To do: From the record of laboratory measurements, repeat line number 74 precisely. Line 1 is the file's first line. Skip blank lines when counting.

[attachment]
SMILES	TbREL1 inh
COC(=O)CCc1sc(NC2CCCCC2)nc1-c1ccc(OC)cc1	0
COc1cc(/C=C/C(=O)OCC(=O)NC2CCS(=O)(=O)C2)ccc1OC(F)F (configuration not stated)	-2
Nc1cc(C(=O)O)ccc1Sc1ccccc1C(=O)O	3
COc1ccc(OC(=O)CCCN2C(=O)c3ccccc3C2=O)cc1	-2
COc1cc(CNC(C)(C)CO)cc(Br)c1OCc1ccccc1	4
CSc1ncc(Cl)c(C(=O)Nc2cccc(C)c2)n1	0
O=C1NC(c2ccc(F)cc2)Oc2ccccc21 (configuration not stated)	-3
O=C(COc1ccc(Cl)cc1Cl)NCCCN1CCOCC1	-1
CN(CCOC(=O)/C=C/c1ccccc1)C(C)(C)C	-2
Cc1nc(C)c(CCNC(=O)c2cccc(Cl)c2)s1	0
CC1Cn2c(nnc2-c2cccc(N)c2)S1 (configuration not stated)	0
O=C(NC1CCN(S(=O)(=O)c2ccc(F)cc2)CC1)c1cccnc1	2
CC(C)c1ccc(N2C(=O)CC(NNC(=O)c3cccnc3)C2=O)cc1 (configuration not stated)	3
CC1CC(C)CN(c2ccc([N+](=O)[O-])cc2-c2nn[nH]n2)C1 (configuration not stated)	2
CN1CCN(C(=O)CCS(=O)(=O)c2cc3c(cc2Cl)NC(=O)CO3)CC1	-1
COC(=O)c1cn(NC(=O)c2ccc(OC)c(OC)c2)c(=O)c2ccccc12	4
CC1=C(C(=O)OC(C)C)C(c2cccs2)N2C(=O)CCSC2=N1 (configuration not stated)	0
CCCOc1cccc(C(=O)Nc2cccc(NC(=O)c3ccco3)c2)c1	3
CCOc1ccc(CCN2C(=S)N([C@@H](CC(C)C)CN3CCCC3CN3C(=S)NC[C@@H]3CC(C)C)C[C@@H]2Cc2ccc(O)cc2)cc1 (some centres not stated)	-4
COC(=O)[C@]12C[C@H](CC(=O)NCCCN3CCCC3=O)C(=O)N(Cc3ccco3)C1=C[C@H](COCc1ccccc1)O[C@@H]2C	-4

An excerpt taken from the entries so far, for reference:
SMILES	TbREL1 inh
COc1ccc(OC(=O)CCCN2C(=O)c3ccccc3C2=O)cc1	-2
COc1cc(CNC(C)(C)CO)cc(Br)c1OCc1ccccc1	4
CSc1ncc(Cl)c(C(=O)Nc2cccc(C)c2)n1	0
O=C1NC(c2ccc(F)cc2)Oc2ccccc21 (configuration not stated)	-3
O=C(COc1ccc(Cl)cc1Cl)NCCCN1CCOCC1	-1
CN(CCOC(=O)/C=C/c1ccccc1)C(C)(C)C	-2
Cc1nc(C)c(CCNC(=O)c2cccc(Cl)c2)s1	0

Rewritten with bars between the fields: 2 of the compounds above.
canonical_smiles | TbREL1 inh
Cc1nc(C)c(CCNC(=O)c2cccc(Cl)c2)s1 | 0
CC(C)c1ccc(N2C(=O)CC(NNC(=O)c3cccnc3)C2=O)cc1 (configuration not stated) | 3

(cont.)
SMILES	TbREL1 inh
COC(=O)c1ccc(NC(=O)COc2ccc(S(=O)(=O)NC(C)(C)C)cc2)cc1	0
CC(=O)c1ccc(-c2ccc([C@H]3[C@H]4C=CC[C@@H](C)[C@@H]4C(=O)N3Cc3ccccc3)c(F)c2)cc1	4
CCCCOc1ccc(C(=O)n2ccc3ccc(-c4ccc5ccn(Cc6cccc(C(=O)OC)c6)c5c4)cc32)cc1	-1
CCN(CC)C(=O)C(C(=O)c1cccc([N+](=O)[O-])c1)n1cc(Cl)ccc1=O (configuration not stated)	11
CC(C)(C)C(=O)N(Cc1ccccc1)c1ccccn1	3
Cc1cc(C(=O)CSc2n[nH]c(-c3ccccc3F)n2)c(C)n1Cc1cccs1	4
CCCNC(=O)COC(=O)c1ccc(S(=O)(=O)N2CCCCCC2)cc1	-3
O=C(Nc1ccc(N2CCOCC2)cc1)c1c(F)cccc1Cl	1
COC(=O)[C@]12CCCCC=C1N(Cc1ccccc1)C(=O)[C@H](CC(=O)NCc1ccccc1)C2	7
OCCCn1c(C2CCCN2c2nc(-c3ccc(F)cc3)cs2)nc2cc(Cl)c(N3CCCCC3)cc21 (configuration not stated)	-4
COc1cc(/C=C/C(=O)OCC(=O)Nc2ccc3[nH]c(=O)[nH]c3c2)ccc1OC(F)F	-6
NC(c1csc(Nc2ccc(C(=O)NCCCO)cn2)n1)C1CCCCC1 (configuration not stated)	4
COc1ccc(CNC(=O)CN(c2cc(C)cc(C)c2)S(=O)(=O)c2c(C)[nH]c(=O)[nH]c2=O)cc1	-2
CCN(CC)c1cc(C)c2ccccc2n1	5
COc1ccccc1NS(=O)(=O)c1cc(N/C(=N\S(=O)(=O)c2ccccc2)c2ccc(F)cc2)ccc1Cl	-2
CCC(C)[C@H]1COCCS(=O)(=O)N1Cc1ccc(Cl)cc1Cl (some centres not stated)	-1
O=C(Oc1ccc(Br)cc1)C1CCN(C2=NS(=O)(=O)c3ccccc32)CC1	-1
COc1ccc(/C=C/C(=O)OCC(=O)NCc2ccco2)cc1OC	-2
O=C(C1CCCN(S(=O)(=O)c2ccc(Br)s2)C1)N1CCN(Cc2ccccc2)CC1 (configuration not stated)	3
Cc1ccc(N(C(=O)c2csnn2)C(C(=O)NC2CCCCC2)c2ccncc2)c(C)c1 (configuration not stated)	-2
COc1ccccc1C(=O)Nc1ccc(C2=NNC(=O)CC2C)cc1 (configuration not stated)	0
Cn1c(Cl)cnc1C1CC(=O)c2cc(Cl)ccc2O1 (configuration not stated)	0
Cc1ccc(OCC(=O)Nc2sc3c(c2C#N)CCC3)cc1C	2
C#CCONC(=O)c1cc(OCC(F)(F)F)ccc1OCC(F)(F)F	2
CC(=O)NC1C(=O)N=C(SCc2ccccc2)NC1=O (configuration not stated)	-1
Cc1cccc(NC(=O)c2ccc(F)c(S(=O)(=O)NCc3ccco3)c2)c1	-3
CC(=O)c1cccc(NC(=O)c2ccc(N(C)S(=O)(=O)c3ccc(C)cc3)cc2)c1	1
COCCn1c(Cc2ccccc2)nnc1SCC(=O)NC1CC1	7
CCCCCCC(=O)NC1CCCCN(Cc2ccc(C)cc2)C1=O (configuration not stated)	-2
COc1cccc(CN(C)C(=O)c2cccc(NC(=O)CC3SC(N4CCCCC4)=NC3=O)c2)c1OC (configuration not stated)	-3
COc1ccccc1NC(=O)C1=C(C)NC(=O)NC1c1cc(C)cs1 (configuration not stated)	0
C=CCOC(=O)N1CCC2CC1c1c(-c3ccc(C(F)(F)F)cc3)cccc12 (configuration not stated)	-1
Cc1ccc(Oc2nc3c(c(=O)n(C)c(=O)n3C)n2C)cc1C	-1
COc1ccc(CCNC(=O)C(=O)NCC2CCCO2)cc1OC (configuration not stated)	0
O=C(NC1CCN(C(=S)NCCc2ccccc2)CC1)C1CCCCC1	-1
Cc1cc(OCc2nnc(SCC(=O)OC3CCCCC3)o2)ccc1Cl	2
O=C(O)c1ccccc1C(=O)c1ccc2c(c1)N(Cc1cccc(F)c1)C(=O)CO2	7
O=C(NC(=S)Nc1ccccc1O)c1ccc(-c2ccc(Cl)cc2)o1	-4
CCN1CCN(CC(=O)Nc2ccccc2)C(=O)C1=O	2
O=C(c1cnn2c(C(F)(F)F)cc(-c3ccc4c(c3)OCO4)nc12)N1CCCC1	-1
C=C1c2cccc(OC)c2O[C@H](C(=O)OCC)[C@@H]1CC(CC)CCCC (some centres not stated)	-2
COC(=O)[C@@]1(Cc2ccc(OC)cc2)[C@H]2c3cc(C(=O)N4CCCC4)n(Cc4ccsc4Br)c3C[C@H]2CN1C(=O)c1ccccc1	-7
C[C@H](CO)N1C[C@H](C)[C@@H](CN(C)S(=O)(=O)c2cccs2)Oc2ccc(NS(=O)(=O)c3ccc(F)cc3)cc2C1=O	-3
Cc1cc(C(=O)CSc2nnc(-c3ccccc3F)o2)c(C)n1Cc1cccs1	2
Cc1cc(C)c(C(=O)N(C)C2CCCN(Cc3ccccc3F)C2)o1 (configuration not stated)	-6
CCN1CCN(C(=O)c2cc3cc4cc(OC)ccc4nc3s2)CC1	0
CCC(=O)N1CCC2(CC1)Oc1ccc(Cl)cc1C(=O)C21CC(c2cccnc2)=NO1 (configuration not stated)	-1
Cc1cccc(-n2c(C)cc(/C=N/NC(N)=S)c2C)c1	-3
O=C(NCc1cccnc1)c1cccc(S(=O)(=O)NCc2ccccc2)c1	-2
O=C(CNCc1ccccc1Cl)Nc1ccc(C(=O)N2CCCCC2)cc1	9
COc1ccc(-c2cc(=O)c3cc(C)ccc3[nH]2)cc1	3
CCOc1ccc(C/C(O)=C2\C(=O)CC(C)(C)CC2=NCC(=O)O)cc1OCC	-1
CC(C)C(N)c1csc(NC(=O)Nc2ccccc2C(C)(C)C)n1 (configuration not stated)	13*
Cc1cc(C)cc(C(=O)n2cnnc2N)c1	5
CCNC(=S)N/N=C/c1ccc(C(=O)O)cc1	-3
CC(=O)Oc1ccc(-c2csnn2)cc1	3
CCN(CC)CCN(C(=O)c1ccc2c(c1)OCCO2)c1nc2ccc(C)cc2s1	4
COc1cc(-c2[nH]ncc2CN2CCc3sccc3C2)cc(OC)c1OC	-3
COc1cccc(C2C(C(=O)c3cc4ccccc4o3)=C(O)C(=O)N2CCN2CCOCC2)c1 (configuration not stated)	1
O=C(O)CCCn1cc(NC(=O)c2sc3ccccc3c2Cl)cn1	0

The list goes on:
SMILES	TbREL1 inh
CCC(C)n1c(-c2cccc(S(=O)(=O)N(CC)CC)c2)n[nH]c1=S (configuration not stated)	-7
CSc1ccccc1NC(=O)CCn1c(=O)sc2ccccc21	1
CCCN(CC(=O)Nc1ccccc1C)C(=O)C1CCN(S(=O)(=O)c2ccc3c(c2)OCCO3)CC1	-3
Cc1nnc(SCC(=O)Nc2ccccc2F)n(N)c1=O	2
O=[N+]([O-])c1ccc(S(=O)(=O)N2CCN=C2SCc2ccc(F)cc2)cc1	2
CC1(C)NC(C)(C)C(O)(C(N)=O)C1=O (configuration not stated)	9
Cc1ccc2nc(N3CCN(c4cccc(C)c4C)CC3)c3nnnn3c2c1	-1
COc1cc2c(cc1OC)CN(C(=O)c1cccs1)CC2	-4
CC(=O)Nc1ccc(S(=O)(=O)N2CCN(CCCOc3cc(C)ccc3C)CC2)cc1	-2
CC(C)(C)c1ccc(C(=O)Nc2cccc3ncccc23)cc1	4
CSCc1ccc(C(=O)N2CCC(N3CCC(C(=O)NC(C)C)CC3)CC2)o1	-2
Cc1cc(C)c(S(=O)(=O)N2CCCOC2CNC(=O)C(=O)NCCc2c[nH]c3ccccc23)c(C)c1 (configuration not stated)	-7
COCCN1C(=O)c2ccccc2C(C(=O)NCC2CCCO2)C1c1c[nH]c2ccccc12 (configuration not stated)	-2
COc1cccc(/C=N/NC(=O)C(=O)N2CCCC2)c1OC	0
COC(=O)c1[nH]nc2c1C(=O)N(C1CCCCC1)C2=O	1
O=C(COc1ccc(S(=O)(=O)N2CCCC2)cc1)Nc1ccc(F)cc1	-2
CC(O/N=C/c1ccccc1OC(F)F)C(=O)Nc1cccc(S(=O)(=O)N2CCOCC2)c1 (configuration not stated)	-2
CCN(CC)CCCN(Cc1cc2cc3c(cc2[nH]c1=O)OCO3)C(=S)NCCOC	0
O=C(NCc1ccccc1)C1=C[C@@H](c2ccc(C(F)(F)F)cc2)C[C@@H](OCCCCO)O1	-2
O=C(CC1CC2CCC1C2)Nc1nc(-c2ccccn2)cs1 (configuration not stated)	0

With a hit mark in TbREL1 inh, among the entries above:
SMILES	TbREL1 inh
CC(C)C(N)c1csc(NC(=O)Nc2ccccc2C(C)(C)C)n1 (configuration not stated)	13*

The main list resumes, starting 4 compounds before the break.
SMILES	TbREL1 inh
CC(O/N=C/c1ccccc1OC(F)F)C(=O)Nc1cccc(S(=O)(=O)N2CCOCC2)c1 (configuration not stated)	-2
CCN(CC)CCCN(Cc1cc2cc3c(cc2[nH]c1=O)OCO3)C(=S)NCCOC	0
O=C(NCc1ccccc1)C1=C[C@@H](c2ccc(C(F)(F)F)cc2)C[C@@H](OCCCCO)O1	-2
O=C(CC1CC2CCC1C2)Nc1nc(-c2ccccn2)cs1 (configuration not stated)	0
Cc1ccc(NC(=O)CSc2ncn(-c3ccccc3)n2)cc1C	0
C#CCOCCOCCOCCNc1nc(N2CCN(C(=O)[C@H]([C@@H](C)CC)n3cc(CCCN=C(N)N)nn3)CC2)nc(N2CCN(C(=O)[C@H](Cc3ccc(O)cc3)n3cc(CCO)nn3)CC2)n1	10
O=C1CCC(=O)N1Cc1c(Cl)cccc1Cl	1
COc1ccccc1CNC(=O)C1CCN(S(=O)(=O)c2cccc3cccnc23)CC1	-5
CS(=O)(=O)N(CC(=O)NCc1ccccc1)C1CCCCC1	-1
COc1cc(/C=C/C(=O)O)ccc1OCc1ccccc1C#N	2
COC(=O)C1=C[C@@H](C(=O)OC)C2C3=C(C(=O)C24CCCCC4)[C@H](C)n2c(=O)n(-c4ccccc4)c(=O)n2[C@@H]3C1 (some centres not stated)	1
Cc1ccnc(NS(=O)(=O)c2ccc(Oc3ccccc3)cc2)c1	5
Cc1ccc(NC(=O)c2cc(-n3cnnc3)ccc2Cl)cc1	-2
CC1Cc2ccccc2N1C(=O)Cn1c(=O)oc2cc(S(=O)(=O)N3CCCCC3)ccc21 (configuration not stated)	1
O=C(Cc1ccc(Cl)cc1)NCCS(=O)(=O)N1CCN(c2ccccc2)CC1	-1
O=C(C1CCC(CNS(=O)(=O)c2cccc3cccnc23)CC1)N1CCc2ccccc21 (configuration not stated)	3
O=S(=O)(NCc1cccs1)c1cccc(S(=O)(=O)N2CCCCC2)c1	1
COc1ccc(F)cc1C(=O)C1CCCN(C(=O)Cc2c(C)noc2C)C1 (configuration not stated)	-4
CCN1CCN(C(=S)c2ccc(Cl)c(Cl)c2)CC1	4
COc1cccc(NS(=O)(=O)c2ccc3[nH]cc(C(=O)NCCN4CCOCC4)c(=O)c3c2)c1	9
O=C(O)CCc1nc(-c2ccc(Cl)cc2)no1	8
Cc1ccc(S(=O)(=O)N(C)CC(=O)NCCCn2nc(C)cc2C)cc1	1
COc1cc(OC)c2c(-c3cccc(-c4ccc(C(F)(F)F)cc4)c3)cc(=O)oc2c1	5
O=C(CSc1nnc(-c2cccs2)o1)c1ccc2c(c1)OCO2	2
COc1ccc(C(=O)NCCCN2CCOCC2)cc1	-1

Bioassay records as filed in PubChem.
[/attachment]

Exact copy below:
O=C(NC(=S)Nc1ccccc1O)c1ccc(-c2ccc(Cl)cc2)o1	-4